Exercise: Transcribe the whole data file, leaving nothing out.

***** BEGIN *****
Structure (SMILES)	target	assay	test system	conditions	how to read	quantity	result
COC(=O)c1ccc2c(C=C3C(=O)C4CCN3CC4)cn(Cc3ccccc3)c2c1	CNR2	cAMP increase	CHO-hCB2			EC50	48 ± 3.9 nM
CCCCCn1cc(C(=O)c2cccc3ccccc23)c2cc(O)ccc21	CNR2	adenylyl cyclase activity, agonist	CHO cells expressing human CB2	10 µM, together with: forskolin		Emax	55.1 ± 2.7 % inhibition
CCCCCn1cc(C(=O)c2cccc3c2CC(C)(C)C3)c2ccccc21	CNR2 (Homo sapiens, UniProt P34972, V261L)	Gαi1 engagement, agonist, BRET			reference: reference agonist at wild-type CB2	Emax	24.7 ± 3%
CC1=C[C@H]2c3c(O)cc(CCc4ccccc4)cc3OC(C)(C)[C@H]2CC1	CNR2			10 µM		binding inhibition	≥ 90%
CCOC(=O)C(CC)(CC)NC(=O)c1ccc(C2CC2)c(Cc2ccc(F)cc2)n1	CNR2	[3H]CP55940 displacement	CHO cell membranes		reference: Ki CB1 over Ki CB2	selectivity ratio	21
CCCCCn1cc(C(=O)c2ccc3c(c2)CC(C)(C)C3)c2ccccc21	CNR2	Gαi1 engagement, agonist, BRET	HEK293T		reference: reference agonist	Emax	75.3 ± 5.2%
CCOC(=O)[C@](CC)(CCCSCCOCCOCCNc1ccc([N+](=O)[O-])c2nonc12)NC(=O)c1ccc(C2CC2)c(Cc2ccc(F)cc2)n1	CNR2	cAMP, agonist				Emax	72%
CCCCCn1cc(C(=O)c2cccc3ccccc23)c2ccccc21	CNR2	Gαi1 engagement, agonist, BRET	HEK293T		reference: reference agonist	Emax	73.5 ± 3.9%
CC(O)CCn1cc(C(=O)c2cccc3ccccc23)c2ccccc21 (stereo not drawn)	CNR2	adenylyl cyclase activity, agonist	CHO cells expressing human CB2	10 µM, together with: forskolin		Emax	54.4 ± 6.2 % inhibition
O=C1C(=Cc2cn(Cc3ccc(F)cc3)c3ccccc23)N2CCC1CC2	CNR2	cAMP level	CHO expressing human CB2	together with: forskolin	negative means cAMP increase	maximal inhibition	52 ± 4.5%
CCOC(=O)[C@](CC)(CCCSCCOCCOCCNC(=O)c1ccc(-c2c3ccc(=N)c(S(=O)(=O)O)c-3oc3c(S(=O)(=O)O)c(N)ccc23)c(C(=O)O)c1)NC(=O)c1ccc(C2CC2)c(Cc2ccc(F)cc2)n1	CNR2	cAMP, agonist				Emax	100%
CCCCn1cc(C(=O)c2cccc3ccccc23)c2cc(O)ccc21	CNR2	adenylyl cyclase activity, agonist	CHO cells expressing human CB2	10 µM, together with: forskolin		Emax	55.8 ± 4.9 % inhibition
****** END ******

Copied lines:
Structure (SMILES)	target	assay	test system	conditions	how to read	quantity	result
COC(=O)c1ccc2c(C=C3C(=O)C4CCN3CC4)cn(Cc3ccccc3)c2c1	CNR2	cAMP increase	CHO-hCB2			EC50	48 ± 3.9 nM
CCCCCn1cc(C(=O)c2cccc3ccccc23)c2cc(O)ccc21	CNR2	adenylyl cyclase activity, agonist	CHO cells expressing human CB2	10 µM, together with: forskolin		Emax	55.1 ± 2.7 % inhibition
CCCCCn1cc(C(=O)c2cccc3c2CC(C)(C)C3)c2ccccc21	CNR2 (Homo sapiens, UniProt P34972, V261L)	Gαi1 engagement, agonist, BRET			reference: reference agonist at wild-type CB2	Emax	24.7 ± 3%
CC1=C[C@H]2c3c(O)cc(CCc4ccccc4)cc3OC(C)(C)[C@H]2CC1	CNR2			10 µM		binding inhibition	≥ 90%
CCOC(=O)C(CC)(CC)NC(=O)c1ccc(C2CC2)c(Cc2ccc(F)cc2)n1	CNR2	[3H]CP55940 displacement	CHO cell membranes		reference: Ki CB1 over Ki CB2	selectivity ratio	21
CCCCCn1cc(C(=O)c2ccc3c(c2)CC(C)(C)C3)c2ccccc21	CNR2	Gαi1 engagement, agonist, BRET	HEK293T		reference: reference agonist	Emax	75.3 ± 5.2%
CCOC(=O)[C@](CC)(CCCSCCOCCOCCNc1ccc([N+](=O)[O-])c2nonc12)NC(=O)c1ccc(C2CC2)c(Cc2ccc(F)cc2)n1	CNR2	cAMP, agonist				Emax	72%
CCCCCn1cc(C(=O)c2cccc3ccccc23)c2ccccc21	CNR2	Gαi1 engagement, agonist, BRET	HEK293T		reference: reference agonist	Emax	73.5 ± 3.9%
CC(O)CCn1cc(C(=O)c2cccc3ccccc23)c2ccccc21 (stereo not drawn)	CNR2	adenylyl cyclase activity, agonist	CHO cells expressing human CB2	10 µM, together with: forskolin		Emax	54.4 ± 6.2 % inhibition
O=C1C(=Cc2cn(Cc3ccc(F)cc3)c3ccccc23)N2CCC1CC2	CNR2	cAMP level	CHO expressing human CB2	together with: forskolin	negative means cAMP increase	maximal inhibition	52 ± 4.5%
CCOC(=O)[C@](CC)(CCCSCCOCCOCCNC(=O)c1ccc(-c2c3ccc(=N)c(S(=O)(=O)O)c-3oc3c(S(=O)(=O)O)c(N)ccc23)c(C(=O)O)c1)NC(=O)c1ccc(C2CC2)c(Cc2ccc(F)cc2)n1	CNR2	cAMP, agonist				Emax	100%
CCCCn1cc(C(=O)c2cccc3ccccc23)c2cc(O)ccc21	CNR2	adenylyl cyclase activity, agonist	CHO cells expressing human CB2	10 µM, together with: forskolin		Emax	55.8 ± 4.9 % inhibition